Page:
The term freelance is used to describe people who make their living by completing independent work for different clients. They’re not employees of a firm and can generally work on multiple projects at once (unless they’re contractually obligated to complete one job at a time). As a freelancer, you can work from anywhere as long as you have a reliable internet connection.
The path to becoming a freelancer looks different for everyone, but most successful ones lay the groundwork over a period of years by building a portfolio of their best work and creating a name for themselves in their industry. They may also build a network of contacts and work on developing their skills. They’ll typically open a business account to separate their personal and professional finances.
It’s important to be self-disciplined when pursuing freelance opportunities because there’s no boss looking over your shoulder and colleagues aren’t there to call you out on spending an hour online shopping instead of working. Freelancers must manage their own finances, keep track of income and expenses, and respond to client emails promptly. They also have no legal or HR support to fall back on when a dispute arises.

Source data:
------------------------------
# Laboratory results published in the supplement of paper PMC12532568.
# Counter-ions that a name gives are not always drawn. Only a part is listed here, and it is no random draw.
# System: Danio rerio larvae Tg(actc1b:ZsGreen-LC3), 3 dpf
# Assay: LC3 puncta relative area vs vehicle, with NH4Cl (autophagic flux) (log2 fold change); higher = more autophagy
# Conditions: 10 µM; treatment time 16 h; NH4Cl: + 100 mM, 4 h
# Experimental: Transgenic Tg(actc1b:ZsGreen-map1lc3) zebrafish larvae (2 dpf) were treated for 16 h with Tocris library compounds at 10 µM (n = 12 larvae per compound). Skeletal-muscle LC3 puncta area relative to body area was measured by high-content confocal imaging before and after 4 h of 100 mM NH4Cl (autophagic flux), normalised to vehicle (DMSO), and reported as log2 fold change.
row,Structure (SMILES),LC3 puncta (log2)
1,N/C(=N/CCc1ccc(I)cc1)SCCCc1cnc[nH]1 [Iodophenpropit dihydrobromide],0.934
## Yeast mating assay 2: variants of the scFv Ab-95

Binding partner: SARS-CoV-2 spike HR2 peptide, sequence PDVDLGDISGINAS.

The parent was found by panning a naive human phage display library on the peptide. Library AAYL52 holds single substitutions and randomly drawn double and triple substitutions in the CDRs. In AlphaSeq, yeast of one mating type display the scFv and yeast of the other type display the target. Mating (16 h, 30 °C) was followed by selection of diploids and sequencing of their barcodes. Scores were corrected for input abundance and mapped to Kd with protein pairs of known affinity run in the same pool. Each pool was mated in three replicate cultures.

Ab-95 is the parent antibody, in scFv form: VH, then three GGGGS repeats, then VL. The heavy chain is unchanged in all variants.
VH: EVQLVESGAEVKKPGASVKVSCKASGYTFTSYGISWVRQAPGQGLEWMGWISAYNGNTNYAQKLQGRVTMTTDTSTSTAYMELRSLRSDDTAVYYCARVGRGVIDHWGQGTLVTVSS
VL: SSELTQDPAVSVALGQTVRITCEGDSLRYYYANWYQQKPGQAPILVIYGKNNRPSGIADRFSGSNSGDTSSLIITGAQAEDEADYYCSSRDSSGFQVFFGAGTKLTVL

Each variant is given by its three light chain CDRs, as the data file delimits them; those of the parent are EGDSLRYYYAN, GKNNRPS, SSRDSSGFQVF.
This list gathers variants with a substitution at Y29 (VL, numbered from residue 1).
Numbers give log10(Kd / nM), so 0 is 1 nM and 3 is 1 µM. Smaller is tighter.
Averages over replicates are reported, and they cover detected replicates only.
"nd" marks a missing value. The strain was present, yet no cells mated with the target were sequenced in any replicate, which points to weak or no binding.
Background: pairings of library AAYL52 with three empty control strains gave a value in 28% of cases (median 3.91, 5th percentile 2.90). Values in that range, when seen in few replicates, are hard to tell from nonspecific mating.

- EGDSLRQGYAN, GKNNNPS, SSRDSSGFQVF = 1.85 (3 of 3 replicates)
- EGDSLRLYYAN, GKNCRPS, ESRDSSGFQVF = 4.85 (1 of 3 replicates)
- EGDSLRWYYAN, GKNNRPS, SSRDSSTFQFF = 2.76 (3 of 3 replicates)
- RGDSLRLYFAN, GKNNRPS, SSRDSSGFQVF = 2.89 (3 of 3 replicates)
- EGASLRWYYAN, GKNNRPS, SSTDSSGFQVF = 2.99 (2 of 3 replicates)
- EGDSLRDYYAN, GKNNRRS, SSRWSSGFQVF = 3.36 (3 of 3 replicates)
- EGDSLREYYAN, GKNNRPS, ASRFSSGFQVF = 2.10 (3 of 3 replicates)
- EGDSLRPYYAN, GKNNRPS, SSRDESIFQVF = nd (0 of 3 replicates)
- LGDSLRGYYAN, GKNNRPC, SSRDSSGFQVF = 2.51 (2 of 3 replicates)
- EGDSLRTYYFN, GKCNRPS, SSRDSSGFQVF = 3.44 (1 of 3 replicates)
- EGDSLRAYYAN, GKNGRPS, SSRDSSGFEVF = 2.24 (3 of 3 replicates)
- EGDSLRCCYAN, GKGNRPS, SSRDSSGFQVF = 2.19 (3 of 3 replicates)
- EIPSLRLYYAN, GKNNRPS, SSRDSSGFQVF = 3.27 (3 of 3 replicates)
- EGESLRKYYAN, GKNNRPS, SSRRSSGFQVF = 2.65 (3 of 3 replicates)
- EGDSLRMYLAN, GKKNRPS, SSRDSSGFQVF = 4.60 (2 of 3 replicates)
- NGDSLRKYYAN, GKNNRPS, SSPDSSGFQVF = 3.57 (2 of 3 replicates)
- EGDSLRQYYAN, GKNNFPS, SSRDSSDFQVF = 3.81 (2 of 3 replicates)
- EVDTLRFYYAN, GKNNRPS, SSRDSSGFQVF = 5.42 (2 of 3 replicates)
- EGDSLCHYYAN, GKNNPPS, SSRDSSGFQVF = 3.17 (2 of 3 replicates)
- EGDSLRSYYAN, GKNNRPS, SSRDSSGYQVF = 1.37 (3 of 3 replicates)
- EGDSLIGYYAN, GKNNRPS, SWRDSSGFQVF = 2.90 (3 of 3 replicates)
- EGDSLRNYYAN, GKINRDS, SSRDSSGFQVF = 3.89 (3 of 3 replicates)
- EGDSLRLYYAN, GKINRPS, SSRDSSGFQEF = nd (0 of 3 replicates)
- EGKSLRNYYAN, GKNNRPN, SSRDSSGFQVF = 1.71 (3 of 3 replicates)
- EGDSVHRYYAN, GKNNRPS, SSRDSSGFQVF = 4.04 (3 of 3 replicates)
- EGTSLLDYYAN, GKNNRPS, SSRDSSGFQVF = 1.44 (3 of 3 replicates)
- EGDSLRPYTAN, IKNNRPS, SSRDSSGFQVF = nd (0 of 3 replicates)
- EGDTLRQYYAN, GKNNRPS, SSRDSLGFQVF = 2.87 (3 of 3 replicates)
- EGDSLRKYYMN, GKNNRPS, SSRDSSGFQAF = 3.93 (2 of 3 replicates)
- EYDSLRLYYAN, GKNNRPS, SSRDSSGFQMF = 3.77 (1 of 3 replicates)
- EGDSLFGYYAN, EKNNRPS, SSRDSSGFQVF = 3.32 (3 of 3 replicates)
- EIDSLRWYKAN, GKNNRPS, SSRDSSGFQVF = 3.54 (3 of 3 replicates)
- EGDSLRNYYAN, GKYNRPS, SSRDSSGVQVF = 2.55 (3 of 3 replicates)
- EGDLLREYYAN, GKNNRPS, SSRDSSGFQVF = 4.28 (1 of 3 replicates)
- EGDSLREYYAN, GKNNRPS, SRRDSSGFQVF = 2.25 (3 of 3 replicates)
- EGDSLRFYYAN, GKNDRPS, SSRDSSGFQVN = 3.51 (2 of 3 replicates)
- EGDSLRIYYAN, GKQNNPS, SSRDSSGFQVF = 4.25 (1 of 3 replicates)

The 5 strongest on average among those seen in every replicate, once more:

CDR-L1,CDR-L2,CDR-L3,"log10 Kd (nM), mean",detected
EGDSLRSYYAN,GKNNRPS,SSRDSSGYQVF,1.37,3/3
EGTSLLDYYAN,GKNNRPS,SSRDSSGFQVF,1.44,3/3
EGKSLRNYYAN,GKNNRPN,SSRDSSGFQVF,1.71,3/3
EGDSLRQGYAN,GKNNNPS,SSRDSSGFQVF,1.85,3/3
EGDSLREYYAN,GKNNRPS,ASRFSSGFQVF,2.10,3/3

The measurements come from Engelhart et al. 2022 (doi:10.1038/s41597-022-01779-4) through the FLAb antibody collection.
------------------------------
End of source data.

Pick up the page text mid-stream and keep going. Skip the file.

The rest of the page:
To land an assignment, freelance writers must pitch editors with interesting story ideas they can execute well. Editors expect balanced reporting, so they’ll want to see a range of points of view in your research. This could mean interviewing politicians, CEOs, customers, community activists, and other experts in your subject matter.